These four confectionary jars were used in the J.G Villas confectionary store from 1910 to the mid-1930s. The jars were made purely for function and not decoration. They are made of thick, clear, unfrosted, and un-embellished glass, with the intention of showing off their tasty, and often beautiful, contents.

The jars were given to Villas’ daughter, Jeanne Villas Dorsey, (incidentally, the best Spanakopita maker I ever knew) and from her, to his three granddaughters, Caroline Dorsey Truth, Patricia Dorsey Nanoff, and Mary Jeanne Dorsey, who gave them to Hennepin History Museum in 2008

 

Bertha’s Black Blouse

This week’s object of the week is an unassuming black blouse that donor, Ms. Hyacinth Easthagen, called, “not beautiful,” and “not well finished.” Although Hyacinth, the great-granddaughter of the woman who owned the blouse, was not impressed with its appearance, she recognized its historical significance. When telling history through objects, this is a common theme. An object may appear to be rather plain or ordinary, but its connection to historical places or events gives it significance.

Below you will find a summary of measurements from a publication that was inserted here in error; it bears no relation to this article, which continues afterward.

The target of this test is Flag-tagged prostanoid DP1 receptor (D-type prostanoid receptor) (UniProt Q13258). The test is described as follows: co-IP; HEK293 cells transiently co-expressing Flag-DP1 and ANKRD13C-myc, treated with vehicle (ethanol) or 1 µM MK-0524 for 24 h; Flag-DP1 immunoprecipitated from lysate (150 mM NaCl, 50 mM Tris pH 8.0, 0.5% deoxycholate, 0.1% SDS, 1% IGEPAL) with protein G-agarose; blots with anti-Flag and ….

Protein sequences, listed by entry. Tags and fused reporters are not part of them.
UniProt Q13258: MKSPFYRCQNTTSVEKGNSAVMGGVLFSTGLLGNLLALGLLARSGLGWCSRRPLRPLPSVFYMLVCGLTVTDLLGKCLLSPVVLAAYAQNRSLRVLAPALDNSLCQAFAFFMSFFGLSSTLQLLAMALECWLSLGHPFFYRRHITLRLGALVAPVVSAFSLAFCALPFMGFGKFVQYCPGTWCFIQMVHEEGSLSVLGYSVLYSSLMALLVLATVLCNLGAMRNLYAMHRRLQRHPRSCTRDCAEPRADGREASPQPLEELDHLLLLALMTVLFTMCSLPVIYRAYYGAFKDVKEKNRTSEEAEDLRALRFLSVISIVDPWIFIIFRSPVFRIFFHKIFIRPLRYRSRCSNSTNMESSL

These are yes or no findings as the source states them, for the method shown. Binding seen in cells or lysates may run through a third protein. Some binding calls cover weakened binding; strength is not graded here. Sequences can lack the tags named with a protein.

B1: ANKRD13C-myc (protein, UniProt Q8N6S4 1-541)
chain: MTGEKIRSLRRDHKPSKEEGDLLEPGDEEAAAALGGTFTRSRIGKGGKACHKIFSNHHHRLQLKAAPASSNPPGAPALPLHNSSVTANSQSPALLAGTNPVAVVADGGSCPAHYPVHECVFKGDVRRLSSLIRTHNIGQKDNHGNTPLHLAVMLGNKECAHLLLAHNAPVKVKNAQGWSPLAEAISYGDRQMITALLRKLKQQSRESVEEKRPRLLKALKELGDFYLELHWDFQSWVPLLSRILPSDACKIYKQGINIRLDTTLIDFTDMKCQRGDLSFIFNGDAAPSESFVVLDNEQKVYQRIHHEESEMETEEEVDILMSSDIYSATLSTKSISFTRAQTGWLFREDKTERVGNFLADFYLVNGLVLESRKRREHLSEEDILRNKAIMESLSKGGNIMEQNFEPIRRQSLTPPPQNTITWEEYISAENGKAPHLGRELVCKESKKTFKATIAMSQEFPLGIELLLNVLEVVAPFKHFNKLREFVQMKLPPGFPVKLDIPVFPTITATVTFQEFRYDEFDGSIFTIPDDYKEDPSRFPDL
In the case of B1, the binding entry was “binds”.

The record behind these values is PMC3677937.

This blouse was worn by Bertha Kehn, wife of August Kehn, also spelled Kuhnn or Kuehne. The Kehns immigrated from Germany and settled in Hennepin County, part of one of the first waves of pioneers to settle in Minnesota. Mrs. Kehn, wrote Hyacinth, was “a large woman about five feet seven or eight inches tall, with a full bosom.” As a farm woman, she likely made the blouse herself, just as she made clothing for the rest of her family. Considering she went on to have fifteen children, sewing that many outfits would not have been a small feat.